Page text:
Peach Ginger Rosemary Brown Betty makes brioche flop much better

Peach Ginger Rosemary Brown BettyAn anticipated bacon, lettuce and tomato sandwich ended up as a Peach Brown Betty, and it really wasn’t a bad ending. It did begin somewhat sadly for Steve, who had fussed over his buttery brioche dough for two days before it all went wrong in the oven. What seemed to be a golden brown loaf revealed its still-raw core when the top fell off as Steve attempted to turn it onto a cooling rack. Putting the patched-together brioche back in the oven only seemed to create a loaf that was part dry, part doughy and pretty much totally unusable as sandwich bread. Croutons were considered, along with turning the whole mess over to the chickens, but Michelle felt breadcrumbs might be the best option. Steve let the bread bits dry overnight before grinding in Gourmandistan’s food processor and putting the crumbs in the freezer.


As we had quite a few peaches on hand, Michelle thought it might be fun to try a Betty. While Gourmandistan usually takes its summer fruits cobbler-style, she was willing to see if the buttery brioche crumbs could take the place of a lovely lard crust. Adding rosemary and fresh ginger to the chopped sweetened peaches created a spicy, almost savory peach broth. It permeated the brioche crumbs, which added a slightly crunchy, cornmeal-like texture to the soft and exotically spiced peaches. Topping it with a creamy, cheesy mascarpone custard ice cream only made things better.

Peach Ginger Rosemary Brown Betty

To be honest, Michelle still prefers cobbler when it comes to peaches, though she was quite captured by the mascarpone ice cream. But Steve, who enjoys fruit in almost any form, enjoyed this Brown Betty very much—and not just because it helped erase the bitter taste of failure.

Peach Ginger Rosemary Brown Betty


  • 4 c. thinly sliced peaches
  • 1/3 c. brown sugar
  • Juice of 1/2 lemon
  • Generous tsp. grated fresh ginger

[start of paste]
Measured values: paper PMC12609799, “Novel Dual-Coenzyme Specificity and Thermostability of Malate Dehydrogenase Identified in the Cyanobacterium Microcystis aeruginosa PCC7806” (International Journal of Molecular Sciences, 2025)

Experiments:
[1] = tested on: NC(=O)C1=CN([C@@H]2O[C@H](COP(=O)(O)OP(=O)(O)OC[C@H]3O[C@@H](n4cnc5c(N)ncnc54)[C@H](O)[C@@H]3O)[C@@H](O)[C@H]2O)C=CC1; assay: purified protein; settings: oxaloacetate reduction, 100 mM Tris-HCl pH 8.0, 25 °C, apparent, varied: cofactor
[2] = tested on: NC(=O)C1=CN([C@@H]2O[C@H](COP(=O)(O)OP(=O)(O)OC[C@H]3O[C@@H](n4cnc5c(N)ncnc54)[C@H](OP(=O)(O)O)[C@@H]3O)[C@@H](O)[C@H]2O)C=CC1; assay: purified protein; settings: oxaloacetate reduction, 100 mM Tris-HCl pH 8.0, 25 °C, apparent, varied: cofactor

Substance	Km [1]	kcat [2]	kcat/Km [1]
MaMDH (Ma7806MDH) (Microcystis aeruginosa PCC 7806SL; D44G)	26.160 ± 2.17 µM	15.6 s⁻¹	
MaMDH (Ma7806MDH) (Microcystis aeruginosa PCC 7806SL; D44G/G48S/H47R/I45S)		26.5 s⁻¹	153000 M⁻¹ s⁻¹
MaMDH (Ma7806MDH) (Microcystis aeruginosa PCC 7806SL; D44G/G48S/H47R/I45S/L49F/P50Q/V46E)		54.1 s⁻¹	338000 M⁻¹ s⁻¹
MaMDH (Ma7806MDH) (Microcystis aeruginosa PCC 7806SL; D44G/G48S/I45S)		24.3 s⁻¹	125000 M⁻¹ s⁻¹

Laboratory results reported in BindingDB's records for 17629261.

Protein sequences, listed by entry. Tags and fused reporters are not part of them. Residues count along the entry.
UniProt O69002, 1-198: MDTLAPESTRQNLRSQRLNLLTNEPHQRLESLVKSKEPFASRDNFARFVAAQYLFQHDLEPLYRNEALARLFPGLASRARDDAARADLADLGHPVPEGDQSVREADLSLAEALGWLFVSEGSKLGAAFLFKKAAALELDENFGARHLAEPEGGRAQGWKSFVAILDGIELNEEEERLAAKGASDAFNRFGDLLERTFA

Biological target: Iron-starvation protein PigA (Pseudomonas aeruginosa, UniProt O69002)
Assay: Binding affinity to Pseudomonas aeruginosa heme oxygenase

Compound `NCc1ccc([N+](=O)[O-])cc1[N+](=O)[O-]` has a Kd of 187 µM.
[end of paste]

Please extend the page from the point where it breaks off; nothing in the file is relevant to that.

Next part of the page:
• 1 tsp. chopped rosemary leaves
  • 1-1/2 c. breadcrumbs (preferably brioche or challah)
  • 3 TB melted butter (plus extra butter for dish)

Preheat oven to 350° F.

Mix peaches, brown sugar, lemon juice, ginger and rosemary in a large bowl.

Butter a gratin dish with a 6-cup or slightly more capacity.

Mix together melted butter and breadcrumbs.

Spread generous 1/4 c. of crumb mixture in bottom of gratin dish. Top with one-half of peach mixture. Top with another generous 1/4 c. of crumb mixture, then remaining one-half of peaches. Finish with remaining crumbs.

Bake for 20-25 minutes, until crumb topping is browned. Tent with aluminum foil and bake for 10 minutes more.

Remove from oven and remove foil. Cool.

Serve with ice cream or whipped cream.


  1. beautiful pictures! and what a great way to repurpose scraps. I’m not sure if you’ve ever worked with sourdough, but tartine bread by chad Robertson has a great recipe for sourdough brioche, which I’ve made and used as challah, french toast material and just for snacking on. maybe you’d like it!

  2. I love peach cobbler too, but I can imagine how beautifully the buttery bread crumbs soaked up that flavorful peach juice of yours. Lovely. And I’ll definitely have to try that ice cream with any future peach desserts!

    • Thanks, Conor! I certainly wouldn’t complain about that! I don’t know what happened. We’ve made that same recipe many times before, but something clearly went badly wrong this time.

  3. Great save … and me oh my, that really looks good! I love, love, love peaches … especially white ones. Sadly I cannot grow them here. 😦 Have seconds for me, will you?

  4. I had never heard of Betty, but now that Wiki introduced us….Couldn´t think of a better way to make the best of an annoying baking project! Brioche crumble sounds wonderful to me, and combined with the flavored peaches and ice cream – I would have eaten it up to the last crumble.

    • I think it’s really more of a New England thing than in our part of the country. I’d always seen Betty in cookbooks, but had never made one. Worth a try, but I did miss the crunchy element. Though it seems silly to complain about brioche crumbs … I mean, how bad can it be?

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